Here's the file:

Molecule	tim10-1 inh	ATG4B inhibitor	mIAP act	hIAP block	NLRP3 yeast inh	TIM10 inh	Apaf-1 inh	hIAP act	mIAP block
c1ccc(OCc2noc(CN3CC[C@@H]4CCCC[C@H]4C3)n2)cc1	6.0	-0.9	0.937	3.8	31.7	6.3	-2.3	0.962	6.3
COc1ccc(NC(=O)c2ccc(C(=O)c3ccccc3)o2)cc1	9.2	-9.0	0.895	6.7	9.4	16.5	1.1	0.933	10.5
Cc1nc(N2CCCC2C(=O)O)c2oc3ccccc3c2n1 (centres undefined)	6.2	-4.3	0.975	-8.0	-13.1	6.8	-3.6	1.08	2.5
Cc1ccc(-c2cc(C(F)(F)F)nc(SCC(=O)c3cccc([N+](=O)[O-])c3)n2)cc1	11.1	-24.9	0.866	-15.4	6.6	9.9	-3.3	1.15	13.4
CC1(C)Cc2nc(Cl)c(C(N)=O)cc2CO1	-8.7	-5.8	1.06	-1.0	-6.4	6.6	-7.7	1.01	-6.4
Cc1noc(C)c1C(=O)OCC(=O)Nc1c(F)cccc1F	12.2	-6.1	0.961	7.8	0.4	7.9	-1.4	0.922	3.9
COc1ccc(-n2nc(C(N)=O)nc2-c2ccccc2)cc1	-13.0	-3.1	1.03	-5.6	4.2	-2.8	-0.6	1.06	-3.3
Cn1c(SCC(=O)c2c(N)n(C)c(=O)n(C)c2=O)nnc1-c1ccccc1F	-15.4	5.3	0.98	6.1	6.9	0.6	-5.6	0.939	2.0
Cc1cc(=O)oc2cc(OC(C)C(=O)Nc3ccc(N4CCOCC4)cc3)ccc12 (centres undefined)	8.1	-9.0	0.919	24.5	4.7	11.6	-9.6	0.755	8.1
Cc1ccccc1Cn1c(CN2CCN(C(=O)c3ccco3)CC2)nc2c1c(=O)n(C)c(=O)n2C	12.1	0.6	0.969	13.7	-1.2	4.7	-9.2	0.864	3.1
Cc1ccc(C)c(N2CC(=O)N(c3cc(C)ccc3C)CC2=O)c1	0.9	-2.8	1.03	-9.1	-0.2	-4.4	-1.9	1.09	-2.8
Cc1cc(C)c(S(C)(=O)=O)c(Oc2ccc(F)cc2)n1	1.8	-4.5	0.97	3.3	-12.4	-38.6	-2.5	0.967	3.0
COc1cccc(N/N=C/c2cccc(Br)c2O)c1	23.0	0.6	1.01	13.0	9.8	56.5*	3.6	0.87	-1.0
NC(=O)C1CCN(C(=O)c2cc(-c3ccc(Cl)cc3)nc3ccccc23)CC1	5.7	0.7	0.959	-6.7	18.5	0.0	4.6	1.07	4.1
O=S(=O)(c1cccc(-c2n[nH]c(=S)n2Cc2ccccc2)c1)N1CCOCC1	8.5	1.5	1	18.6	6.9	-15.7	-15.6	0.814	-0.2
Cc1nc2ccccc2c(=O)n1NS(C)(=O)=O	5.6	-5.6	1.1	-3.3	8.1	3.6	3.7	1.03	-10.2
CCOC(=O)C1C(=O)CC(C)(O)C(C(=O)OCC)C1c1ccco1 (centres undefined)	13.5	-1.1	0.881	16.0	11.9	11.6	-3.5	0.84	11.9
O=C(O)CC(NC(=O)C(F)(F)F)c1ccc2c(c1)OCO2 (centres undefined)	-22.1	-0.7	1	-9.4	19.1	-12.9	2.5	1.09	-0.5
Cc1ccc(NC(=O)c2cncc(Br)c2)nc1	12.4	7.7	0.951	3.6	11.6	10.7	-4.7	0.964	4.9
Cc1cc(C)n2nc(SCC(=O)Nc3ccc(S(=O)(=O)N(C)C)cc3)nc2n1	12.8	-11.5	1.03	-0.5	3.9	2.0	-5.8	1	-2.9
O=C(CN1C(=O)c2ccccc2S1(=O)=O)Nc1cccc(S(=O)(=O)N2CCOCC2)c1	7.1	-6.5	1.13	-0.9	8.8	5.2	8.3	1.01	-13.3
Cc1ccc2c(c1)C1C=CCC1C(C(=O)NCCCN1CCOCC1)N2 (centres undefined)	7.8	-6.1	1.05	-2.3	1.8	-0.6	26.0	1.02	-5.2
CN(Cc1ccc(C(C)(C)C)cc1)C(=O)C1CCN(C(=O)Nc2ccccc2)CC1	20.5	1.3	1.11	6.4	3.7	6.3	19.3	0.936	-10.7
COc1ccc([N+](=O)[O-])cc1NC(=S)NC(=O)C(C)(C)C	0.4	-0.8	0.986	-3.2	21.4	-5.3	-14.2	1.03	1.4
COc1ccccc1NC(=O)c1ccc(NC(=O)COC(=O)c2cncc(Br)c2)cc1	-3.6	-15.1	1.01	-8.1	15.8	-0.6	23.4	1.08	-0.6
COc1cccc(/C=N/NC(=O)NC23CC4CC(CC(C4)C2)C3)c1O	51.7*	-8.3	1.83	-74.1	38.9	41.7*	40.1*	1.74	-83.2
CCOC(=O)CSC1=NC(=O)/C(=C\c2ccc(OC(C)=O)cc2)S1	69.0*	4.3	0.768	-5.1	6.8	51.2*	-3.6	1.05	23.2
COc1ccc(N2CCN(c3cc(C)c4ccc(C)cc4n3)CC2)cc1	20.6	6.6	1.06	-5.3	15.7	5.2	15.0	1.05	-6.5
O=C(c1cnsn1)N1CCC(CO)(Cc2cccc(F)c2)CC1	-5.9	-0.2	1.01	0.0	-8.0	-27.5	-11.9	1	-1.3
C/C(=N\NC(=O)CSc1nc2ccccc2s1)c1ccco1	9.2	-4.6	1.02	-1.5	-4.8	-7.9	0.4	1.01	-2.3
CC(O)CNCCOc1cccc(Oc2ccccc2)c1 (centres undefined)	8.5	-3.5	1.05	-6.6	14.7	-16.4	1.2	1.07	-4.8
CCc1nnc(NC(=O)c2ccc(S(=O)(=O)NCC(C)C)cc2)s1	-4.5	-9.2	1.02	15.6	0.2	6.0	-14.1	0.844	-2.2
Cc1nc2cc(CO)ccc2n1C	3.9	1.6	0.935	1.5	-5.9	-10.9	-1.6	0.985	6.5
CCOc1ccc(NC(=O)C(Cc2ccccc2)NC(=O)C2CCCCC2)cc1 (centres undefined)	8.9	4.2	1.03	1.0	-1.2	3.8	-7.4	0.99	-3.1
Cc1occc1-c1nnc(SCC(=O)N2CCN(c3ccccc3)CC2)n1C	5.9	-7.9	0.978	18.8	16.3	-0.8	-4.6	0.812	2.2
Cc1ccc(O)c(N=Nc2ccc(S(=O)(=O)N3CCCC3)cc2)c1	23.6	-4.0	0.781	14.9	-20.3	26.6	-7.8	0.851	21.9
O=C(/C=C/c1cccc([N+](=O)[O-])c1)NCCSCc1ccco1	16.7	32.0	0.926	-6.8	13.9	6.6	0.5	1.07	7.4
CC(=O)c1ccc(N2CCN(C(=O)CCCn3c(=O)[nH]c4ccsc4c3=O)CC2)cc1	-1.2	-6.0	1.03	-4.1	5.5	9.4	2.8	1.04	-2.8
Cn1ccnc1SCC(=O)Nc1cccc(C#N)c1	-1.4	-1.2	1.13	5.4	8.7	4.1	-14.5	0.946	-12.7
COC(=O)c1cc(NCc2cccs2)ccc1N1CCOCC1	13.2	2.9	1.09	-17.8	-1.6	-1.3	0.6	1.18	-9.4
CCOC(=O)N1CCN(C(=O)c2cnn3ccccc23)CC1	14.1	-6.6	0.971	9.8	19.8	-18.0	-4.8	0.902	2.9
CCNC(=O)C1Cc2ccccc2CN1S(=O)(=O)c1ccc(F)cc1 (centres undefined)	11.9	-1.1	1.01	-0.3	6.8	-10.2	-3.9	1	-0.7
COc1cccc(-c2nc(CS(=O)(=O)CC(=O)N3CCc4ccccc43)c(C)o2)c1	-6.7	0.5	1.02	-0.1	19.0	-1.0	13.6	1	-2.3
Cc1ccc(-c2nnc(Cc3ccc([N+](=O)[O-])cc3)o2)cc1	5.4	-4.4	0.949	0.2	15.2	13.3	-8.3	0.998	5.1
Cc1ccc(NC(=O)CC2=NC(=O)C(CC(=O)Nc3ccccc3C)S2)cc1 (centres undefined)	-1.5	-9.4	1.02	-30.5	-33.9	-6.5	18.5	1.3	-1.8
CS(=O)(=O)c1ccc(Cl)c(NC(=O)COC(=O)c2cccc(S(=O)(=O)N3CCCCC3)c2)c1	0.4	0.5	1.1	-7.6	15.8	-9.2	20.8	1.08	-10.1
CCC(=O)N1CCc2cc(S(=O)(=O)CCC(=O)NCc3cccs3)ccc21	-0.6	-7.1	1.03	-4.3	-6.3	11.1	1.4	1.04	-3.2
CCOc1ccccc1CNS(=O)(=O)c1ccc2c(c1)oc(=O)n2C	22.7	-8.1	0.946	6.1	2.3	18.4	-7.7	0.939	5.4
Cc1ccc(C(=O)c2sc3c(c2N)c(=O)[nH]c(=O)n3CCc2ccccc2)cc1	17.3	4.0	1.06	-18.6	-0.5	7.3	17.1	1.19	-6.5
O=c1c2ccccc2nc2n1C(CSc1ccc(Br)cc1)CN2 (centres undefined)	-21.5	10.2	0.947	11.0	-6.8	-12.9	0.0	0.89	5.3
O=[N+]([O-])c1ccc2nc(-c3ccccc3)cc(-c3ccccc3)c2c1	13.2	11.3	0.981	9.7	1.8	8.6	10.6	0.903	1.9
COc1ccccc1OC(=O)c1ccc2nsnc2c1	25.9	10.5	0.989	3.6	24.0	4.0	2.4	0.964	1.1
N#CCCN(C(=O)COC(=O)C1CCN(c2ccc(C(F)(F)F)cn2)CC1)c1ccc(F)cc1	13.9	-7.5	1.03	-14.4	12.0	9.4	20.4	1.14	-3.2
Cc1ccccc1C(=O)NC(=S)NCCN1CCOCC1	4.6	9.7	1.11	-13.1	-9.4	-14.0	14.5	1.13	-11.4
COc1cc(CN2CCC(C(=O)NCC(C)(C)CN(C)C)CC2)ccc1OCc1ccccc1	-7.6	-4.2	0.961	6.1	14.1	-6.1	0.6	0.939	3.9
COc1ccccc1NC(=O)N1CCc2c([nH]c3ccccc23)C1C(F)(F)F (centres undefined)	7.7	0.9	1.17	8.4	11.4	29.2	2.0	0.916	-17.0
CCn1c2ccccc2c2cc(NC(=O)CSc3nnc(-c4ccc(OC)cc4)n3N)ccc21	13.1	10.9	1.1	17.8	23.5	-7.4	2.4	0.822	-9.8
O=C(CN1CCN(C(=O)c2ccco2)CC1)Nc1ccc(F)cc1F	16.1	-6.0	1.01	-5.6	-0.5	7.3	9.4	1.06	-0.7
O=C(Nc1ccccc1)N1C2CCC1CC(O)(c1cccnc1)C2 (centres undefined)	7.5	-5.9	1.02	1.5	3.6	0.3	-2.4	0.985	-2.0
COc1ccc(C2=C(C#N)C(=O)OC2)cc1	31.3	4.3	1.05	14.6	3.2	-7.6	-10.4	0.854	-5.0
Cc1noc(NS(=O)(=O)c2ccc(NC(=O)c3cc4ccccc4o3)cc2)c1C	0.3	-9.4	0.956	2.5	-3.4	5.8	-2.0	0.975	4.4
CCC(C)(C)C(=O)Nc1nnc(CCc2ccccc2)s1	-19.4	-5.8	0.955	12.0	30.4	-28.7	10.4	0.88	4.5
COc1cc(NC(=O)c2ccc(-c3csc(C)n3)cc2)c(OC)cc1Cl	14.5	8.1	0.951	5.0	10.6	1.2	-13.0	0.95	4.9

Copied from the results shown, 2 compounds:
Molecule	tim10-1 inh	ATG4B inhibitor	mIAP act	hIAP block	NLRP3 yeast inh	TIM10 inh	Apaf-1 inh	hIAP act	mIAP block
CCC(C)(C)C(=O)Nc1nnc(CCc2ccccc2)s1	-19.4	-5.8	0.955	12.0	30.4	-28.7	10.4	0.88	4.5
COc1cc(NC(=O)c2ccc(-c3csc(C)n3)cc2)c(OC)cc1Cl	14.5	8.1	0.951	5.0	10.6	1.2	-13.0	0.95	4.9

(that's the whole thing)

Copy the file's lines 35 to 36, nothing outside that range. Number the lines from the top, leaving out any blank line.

CCOc1ccc(NC(=O)C(Cc2ccccc2)NC(=O)C2CCCCC2)cc1 (centres undefined)	8.9	4.2	1.03	1.0	-1.2	3.8	-7.4	0.99	-3.1
Cc1occc1-c1nnc(SCC(=O)N2CCN(c3ccccc3)CC2)n1C	5.9	-7.9	0.978	18.8	16.3	-0.8	-4.6	0.812	2.2